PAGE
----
Washington Times on January 29, 2018, published an interview with Luke Hunt, the Australian author of “The Punji Trap — Pham Xuan An: The Spy Who Didn’t Love Us”. It is a story of a North Vietnamese operative who managed to influence how the Tet Offensive in 1968 was viewed in America. Pham Xuan An served as a correspondent for Time Magazine and Reuters. Excerpts from the interview below:

Question: “The Punji Trap” was a long time in the making. Why?

Answer: It took almost 30 years for a number of reasons. During my childhood, I became fascinated with Vietnam as the war played out on television and a family friend died there, which really left its mark. While at university in the 1980s, I wrote an undergrad thesis on An way back when his role was still a secret. I then managed to interview him several times…

Q: How did An pull off one of the 20th century’s most successful covert propaganda efforts?

A: Americans were always interested in beating themselves up about the lies that came from the White House… An spread the [three major] lies that came from the North Vietnamese.

One: [North Vietnamese leader] Ho Chi Minh convinced the world that the conflict was a national war of liberation — but really the ethnic Viets were trying to colonize the entire Southeast Asian peninsula.

Two: An convinced the world that the Tet Offensive was a victory for the Communists, which militarily it was not.

Three: The North pledged not invade the South, but they did in 1975 and have spoon-fed communism to the population every day since.

Q: How did An do his work?

A: An…joined the Viet Minh as a teenager and fought the Japanese in World War II and the French as they sought to return at war’s end. He then went to college in California, worked awhile at The Sacramento Bee, then returned to Saigon to work for the Western media. He was well-respected…and played the media like a Stradivarius. [A speciality was to] set up bogus interviews with people in sidewalk cafes — “You’re going to meet this bloke from the opposition who knows all about the North’s tactics,” etc…But it was all made up.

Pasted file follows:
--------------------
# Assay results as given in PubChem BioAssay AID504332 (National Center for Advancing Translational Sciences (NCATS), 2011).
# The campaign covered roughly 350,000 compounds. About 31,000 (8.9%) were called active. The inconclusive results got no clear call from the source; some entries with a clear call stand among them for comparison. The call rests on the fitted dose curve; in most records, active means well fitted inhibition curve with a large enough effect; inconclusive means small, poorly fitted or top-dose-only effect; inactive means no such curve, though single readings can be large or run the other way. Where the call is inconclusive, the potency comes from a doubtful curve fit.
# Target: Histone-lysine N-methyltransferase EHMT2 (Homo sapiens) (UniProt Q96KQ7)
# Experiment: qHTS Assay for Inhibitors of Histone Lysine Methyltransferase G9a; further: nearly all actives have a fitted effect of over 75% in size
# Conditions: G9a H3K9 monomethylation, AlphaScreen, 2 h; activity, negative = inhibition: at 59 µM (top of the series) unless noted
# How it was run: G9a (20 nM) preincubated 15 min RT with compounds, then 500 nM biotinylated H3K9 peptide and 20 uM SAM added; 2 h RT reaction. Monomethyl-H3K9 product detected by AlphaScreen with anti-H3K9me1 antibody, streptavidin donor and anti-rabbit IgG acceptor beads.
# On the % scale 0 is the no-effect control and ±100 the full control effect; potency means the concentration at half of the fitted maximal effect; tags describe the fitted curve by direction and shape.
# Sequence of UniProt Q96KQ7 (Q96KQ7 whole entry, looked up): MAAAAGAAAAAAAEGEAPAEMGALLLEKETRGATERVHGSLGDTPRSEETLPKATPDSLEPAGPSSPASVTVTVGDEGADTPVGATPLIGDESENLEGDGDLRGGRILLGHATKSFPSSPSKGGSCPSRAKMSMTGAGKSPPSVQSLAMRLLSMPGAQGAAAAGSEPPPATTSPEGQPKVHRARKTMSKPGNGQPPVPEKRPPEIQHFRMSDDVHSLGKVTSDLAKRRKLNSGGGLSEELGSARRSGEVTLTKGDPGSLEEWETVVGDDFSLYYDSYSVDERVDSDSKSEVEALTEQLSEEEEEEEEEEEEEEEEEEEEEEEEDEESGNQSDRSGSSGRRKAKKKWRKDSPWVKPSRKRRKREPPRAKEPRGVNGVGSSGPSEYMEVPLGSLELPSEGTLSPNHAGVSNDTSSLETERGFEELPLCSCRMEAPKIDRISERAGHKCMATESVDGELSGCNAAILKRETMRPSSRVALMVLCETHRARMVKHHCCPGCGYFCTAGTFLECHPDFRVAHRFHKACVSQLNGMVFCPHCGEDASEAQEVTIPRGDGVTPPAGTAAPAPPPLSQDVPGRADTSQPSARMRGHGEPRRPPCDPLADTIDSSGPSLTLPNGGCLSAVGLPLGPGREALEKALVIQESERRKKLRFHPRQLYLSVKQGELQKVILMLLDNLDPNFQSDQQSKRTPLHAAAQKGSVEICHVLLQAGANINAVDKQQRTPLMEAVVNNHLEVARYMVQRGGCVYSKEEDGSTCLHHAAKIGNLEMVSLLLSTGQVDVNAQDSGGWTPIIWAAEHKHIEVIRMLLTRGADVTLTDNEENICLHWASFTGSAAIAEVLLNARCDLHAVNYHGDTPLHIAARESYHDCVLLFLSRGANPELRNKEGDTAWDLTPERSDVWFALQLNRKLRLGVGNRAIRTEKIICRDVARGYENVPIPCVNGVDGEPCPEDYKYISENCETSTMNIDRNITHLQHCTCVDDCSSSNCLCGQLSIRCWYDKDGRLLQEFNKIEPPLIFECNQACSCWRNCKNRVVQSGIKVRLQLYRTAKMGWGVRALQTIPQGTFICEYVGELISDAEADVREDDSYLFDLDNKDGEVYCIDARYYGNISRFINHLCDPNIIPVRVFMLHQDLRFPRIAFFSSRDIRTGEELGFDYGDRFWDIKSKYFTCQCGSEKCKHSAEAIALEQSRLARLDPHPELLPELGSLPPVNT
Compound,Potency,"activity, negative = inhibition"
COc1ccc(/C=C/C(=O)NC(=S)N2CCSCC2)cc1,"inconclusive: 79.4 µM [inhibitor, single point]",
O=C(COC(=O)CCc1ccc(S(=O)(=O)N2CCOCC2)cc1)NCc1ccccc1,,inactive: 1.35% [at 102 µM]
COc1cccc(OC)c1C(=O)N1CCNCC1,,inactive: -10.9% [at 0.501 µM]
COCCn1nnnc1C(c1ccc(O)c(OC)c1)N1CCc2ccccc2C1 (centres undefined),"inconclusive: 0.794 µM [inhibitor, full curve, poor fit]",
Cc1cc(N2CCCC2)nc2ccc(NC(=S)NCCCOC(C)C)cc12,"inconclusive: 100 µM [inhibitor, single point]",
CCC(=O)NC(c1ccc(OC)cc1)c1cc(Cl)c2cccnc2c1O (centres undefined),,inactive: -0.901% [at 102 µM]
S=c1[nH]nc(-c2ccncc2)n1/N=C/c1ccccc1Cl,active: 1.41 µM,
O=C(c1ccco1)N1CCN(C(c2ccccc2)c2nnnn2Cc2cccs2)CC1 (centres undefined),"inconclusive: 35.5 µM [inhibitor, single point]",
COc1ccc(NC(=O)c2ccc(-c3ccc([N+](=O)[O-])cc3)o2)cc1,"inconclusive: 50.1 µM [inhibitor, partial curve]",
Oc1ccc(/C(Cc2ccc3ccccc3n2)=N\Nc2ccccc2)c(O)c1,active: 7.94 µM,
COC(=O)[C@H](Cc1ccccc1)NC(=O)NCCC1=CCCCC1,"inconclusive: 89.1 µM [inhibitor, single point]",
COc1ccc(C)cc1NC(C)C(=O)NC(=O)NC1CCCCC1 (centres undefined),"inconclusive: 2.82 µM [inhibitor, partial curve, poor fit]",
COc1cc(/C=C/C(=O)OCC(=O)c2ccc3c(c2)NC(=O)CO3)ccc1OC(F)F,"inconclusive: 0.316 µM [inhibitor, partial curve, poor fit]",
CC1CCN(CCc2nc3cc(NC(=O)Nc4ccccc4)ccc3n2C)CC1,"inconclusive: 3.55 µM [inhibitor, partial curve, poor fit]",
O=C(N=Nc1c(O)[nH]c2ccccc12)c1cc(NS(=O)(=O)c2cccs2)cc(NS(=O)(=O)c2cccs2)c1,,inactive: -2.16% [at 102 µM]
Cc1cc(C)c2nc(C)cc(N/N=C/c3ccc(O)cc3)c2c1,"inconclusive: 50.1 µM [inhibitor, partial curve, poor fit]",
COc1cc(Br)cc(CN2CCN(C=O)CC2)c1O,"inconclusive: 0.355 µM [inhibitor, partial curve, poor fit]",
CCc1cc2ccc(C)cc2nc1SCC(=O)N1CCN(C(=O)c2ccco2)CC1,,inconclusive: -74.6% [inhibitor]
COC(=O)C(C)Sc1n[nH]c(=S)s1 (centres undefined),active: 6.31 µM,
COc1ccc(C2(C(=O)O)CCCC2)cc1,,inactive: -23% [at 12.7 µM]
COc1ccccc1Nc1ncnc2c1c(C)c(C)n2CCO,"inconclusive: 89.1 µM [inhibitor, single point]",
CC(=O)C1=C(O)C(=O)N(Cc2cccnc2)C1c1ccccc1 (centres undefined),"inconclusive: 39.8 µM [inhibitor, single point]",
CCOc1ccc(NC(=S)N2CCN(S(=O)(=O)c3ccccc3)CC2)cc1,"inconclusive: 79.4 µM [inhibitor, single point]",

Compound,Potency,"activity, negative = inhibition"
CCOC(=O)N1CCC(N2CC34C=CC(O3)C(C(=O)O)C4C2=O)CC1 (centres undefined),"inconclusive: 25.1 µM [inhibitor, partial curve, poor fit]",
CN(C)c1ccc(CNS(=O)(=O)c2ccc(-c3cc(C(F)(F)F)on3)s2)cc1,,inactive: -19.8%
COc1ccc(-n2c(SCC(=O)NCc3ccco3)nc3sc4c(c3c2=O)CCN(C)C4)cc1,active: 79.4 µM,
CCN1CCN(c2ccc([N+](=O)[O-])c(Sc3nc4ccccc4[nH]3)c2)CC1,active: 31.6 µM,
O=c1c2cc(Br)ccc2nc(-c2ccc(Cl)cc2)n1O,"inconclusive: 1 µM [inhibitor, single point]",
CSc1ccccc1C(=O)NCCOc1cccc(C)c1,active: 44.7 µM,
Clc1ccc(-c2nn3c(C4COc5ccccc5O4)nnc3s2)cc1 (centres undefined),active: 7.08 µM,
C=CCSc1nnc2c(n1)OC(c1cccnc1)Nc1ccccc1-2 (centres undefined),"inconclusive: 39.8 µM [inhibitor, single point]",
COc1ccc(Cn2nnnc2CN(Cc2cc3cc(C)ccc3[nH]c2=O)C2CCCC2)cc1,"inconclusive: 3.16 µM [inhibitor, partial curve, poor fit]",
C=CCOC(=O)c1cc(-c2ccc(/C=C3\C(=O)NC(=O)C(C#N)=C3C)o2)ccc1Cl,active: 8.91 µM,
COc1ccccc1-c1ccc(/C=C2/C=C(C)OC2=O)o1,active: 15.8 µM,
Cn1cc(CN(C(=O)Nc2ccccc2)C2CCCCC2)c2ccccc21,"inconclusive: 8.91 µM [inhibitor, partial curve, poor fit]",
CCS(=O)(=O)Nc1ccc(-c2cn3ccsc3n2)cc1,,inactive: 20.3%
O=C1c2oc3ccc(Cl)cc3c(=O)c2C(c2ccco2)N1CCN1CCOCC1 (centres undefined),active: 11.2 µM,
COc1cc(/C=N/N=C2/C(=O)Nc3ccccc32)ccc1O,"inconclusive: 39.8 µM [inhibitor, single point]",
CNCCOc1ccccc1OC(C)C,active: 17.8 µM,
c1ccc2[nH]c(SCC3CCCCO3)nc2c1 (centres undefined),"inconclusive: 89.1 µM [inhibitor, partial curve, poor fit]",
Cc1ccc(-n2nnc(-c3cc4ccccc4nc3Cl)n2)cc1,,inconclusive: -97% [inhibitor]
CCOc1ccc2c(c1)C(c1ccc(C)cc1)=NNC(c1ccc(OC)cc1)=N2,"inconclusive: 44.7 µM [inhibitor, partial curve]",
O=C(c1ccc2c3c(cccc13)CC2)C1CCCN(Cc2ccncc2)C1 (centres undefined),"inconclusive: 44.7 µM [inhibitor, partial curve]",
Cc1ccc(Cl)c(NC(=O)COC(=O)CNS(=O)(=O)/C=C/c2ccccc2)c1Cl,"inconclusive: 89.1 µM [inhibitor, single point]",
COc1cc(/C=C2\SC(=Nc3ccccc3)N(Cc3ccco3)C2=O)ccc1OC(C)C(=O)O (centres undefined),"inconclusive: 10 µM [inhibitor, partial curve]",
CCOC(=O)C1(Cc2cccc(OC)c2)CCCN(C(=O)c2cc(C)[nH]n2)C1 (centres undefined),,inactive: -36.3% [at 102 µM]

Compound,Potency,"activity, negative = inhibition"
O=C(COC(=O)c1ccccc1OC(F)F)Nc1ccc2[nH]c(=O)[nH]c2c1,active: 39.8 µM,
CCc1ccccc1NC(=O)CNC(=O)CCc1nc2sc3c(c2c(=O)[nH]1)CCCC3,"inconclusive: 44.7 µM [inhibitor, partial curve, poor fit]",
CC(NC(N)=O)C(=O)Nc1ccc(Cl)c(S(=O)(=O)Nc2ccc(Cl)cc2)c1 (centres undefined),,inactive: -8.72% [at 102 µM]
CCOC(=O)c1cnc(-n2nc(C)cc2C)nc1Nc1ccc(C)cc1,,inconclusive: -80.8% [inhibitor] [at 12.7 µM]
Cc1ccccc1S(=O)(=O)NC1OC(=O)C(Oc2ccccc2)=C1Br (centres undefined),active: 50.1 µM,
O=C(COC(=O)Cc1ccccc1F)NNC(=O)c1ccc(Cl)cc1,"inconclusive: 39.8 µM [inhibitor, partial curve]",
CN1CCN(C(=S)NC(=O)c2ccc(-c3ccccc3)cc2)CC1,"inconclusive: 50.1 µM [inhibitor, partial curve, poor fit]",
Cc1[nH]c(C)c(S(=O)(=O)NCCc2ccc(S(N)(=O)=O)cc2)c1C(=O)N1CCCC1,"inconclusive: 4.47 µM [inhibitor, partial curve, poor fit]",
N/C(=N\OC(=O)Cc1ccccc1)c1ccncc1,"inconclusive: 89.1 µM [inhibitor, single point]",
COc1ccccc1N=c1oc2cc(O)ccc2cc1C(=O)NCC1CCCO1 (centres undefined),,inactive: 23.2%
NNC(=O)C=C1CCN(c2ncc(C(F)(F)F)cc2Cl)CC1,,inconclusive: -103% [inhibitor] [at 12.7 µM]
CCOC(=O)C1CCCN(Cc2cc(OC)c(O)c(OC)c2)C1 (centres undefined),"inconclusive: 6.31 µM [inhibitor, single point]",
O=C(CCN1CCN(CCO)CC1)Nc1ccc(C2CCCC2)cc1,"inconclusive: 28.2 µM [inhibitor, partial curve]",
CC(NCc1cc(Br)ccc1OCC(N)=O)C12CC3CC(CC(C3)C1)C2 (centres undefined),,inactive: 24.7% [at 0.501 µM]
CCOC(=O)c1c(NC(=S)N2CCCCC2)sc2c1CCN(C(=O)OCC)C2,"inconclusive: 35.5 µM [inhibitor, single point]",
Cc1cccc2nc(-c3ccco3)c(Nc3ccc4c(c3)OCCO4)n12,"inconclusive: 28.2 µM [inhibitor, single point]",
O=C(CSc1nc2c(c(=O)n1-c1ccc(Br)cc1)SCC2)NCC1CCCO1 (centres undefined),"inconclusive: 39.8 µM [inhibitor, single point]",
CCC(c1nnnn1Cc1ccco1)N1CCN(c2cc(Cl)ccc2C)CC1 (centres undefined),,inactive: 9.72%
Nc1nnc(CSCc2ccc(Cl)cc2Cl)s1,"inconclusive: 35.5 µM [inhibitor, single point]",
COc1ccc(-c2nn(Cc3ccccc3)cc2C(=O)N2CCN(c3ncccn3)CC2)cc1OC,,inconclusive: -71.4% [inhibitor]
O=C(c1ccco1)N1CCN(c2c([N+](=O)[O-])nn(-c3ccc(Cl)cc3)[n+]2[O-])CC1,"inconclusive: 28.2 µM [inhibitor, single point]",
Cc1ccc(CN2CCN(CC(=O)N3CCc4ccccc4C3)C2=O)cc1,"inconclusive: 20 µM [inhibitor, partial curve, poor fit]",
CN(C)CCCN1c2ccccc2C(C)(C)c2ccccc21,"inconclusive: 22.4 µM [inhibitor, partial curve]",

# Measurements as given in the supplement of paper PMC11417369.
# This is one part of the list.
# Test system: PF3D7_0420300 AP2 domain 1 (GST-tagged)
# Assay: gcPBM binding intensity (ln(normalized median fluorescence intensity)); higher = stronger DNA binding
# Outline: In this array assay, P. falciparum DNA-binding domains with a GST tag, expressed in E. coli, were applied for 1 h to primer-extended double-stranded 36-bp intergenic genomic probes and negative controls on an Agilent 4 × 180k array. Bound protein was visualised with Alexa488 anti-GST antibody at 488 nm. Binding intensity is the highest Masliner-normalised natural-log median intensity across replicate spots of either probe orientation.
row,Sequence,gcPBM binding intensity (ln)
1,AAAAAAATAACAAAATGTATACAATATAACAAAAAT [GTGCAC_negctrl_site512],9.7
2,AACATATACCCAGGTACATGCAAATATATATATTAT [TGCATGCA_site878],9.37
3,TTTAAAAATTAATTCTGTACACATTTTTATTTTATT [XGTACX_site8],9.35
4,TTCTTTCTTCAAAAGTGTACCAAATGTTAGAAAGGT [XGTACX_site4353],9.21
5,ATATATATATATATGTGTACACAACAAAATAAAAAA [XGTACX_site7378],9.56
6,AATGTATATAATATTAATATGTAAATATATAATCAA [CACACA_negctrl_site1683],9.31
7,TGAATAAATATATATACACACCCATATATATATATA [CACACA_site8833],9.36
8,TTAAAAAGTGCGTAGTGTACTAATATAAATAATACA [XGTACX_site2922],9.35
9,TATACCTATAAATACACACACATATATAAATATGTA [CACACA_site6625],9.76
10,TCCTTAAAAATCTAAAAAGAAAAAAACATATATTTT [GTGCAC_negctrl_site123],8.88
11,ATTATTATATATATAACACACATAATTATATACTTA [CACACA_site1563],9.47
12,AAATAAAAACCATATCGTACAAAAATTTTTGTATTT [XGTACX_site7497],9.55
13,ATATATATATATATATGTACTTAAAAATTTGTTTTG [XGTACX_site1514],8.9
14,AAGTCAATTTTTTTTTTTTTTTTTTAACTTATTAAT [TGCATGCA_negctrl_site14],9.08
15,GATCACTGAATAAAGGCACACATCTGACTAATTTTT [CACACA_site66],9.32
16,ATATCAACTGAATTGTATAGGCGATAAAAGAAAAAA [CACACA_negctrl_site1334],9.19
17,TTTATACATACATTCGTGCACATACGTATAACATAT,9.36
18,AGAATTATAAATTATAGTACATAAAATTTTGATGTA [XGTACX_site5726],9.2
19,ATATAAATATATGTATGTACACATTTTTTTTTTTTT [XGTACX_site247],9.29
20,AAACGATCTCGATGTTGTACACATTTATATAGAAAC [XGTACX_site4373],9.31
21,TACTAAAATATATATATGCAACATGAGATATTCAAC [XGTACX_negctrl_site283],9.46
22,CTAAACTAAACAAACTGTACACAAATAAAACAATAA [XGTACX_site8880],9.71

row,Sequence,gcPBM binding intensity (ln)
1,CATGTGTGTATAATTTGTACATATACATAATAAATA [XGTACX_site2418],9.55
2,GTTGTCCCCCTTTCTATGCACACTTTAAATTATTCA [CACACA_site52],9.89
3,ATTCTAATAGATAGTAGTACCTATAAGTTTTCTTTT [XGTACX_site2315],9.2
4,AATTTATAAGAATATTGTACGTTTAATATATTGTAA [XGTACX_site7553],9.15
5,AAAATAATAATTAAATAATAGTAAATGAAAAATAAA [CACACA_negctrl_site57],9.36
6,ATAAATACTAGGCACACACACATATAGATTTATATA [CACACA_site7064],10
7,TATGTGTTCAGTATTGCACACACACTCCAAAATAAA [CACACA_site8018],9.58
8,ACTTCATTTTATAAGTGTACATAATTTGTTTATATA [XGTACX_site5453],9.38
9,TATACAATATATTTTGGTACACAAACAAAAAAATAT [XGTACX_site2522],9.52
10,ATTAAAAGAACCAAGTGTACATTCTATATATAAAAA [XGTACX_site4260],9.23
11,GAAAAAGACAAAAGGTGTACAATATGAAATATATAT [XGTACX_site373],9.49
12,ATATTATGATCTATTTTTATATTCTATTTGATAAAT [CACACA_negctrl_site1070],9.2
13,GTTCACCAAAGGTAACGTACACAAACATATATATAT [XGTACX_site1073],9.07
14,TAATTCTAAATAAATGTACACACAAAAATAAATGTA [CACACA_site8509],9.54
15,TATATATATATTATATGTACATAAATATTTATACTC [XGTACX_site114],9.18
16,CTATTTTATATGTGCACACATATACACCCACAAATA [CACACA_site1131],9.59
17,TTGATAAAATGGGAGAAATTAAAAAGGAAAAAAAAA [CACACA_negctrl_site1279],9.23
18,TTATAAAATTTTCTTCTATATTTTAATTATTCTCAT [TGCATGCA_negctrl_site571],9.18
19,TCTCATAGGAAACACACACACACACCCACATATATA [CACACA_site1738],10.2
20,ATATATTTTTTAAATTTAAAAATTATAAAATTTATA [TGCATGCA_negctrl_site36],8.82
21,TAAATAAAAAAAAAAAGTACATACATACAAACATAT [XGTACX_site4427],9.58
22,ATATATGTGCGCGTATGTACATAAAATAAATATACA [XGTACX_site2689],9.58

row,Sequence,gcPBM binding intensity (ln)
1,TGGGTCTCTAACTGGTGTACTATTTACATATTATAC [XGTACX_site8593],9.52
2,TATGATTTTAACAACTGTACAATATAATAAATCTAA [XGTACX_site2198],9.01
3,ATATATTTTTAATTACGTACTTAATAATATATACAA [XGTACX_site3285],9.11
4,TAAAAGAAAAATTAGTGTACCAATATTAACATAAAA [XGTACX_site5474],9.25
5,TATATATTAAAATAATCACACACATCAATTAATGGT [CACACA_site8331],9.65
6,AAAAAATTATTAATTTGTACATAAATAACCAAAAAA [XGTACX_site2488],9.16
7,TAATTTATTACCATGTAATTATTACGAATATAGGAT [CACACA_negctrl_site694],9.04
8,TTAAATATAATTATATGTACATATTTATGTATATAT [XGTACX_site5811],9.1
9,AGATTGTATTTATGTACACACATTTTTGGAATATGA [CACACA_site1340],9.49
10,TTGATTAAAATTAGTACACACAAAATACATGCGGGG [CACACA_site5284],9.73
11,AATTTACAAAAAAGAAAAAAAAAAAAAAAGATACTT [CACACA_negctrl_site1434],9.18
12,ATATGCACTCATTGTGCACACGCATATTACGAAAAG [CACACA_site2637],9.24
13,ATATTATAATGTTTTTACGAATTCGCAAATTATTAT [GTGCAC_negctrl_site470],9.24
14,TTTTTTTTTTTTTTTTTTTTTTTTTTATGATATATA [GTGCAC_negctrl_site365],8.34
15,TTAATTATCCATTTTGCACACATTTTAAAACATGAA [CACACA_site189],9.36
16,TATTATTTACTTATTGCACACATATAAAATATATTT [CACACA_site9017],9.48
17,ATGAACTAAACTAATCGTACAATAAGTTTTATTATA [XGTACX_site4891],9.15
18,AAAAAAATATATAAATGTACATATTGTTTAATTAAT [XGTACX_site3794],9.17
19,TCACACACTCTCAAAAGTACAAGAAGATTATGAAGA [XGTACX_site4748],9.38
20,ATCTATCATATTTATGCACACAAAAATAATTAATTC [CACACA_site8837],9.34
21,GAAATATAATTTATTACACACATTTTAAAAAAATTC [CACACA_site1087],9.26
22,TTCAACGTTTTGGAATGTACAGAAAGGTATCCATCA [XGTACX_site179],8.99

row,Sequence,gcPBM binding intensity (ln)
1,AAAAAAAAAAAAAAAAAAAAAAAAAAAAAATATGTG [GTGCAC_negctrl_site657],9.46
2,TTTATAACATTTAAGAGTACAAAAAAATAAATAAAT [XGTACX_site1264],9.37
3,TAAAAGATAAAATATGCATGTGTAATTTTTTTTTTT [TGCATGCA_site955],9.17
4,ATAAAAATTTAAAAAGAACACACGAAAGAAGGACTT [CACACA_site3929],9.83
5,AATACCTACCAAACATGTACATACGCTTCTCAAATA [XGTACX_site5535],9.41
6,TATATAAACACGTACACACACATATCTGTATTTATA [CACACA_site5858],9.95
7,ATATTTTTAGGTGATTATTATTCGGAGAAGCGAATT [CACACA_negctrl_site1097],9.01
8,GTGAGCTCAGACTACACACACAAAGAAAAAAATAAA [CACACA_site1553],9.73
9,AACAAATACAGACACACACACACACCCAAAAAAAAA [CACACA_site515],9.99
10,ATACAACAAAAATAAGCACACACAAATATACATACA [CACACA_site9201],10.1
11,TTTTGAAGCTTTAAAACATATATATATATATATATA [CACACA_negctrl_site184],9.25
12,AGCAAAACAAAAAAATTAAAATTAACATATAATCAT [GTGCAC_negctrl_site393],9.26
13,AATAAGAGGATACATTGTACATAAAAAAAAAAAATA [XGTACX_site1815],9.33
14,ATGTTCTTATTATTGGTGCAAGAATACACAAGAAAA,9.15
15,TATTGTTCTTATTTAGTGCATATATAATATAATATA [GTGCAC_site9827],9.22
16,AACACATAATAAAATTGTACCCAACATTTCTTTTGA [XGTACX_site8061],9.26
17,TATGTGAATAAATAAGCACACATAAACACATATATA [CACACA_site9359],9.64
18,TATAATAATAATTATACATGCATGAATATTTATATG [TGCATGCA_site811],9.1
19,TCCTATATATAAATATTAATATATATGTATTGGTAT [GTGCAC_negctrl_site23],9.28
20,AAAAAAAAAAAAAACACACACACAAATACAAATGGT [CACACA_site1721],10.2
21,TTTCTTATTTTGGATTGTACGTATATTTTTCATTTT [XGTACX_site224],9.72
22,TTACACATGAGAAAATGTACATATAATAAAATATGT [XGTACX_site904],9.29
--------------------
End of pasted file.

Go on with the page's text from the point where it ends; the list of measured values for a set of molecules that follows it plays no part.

Hunt’s book is not only about Pham Xuan An. It also covers journalistic experience in general during the Vietnam War.

Comment: We don’t know how many journalists of Western media during the Vietnam War were North Vietnamese spies. Certainly the North Vietnamese propaganda and psychological warfare had a well prepared ground in the West. News media rarely used the statements of the South Vietnamese government. Emphasis was made on napalm, defoliation or emotional subjects while the deeds of the North Vietnamese and their guerrilla army was rarely touched upon. A survey of broadcasts by CBS in the United States concluded that 95 percent of commentators were against the US government viewpoint and only 5 percent supported the government.

Guerrilla wars are determined as much, if not more, by political and psychological factors as by military factors on the ground. General Edward Lansdale, a leading American expert on guerrilla warfare, has said that there were no political costs in the war to the leaders in Hanoi. America never really attempted to use its vast communications resources to make the North Vietnamese leaders accountable for their actions in the war…first President Johnson and the President Nixon were challenged grievously by highly vocal portions of the American people, despite the fact that North Vietnamese leaders were elected to leadership through part back doors and rigged, totalitarian elections.

Another expert on guerrilla warfare, British General Sir Robert Thompson said that the North Vietnamese not only were not accountable to their own constituents, they never became accountable to world opinion.


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